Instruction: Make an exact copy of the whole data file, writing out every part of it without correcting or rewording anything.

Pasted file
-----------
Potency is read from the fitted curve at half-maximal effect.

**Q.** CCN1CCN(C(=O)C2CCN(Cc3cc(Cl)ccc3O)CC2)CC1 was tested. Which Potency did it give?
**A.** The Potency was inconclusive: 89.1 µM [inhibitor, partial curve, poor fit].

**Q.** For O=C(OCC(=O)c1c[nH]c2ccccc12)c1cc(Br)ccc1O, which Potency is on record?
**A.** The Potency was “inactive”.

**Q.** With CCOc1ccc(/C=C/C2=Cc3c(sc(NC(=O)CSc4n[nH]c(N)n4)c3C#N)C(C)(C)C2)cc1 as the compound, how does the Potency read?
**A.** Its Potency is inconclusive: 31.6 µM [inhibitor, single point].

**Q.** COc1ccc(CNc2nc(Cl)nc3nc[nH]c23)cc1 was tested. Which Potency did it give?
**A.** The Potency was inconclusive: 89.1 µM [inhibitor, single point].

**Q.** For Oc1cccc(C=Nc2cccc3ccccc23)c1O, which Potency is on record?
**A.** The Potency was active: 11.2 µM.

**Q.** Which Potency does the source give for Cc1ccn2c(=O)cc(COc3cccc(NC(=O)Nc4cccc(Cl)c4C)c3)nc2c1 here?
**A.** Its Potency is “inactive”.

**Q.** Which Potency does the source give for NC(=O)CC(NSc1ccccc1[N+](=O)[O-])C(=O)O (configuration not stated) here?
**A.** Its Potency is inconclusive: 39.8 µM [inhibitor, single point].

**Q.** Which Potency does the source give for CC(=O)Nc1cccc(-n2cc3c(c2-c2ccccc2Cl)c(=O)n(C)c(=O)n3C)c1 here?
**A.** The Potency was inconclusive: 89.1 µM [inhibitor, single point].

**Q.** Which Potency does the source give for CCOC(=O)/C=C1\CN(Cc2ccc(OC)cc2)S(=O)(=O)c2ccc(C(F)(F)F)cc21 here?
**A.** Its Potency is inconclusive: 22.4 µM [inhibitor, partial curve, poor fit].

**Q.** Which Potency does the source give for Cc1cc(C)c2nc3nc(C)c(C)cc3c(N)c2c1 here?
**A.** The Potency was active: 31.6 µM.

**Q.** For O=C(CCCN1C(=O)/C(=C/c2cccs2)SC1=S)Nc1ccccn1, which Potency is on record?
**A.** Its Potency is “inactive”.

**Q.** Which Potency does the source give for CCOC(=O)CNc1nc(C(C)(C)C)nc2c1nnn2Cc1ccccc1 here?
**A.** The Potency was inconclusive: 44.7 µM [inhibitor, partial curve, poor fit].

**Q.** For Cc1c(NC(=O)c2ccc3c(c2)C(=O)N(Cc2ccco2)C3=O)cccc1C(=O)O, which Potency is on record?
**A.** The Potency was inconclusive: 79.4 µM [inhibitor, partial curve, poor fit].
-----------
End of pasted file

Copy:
Potency is read from the fitted curve at half-maximal effect.

**Q.** CCN1CCN(C(=O)C2CCN(Cc3cc(Cl)ccc3O)CC2)CC1 was tested. Which Potency did it give?
**A.** The Potency was inconclusive: 89.1 µM [inhibitor, partial curve, poor fit].

**Q.** For O=C(OCC(=O)c1c[nH]c2ccccc12)c1cc(Br)ccc1O, which Potency is on record?
**A.** The Potency was “inactive”.

**Q.** With CCOc1ccc(/C=C/C2=Cc3c(sc(NC(=O)CSc4n[nH]c(N)n4)c3C#N)C(C)(C)C2)cc1 as the compound, how does the Potency read?
**A.** Its Potency is inconclusive: 31.6 µM [inhibitor, single point].

**Q.** COc1ccc(CNc2nc(Cl)nc3nc[nH]c23)cc1 was tested. Which Potency did it give?
**A.** The Potency was inconclusive: 89.1 µM [inhibitor, single point].

**Q.** For Oc1cccc(C=Nc2cccc3ccccc23)c1O, which Potency is on record?
**A.** The Potency was active: 11.2 µM.

**Q.** Which Potency does the source give for Cc1ccn2c(=O)cc(COc3cccc(NC(=O)Nc4cccc(Cl)c4C)c3)nc2c1 here?
**A.** Its Potency is “inactive”.

**Q.** Which Potency does the source give for NC(=O)CC(NSc1ccccc1[N+](=O)[O-])C(=O)O (configuration not stated) here?
**A.** Its Potency is inconclusive: 39.8 µM [inhibitor, single point].

**Q.** Which Potency does the source give for CC(=O)Nc1cccc(-n2cc3c(c2-c2ccccc2Cl)c(=O)n(C)c(=O)n3C)c1 here?
**A.** The Potency was inconclusive: 89.1 µM [inhibitor, single point].

**Q.** Which Potency does the source give for CCOC(=O)/C=C1\CN(Cc2ccc(OC)cc2)S(=O)(=O)c2ccc(C(F)(F)F)cc21 here?
**A.** Its Potency is inconclusive: 22.4 µM [inhibitor, partial curve, poor fit].

**Q.** Which Potency does the source give for Cc1cc(C)c2nc3nc(C)c(C)cc3c(N)c2c1 here?
**A.** The Potency was active: 31.6 µM.

**Q.** For O=C(CCCN1C(=O)/C(=C/c2cccs2)SC1=S)Nc1ccccn1, which Potency is on record?
**A.** Its Potency is “inactive”.

**Q.** Which Potency does the source give for CCOC(=O)CNc1nc(C(C)(C)C)nc2c1nnn2Cc1ccccc1 here?
**A.** The Potency was inconclusive: 44.7 µM [inhibitor, partial curve, poor fit].

**Q.** For Cc1c(NC(=O)c2ccc3c(c2)C(=O)N(Cc2ccco2)C3=O)cccc1C(=O)O, which Potency is on record?
**A.** The Potency was inconclusive: 79.4 µM [inhibitor, partial curve, poor fit].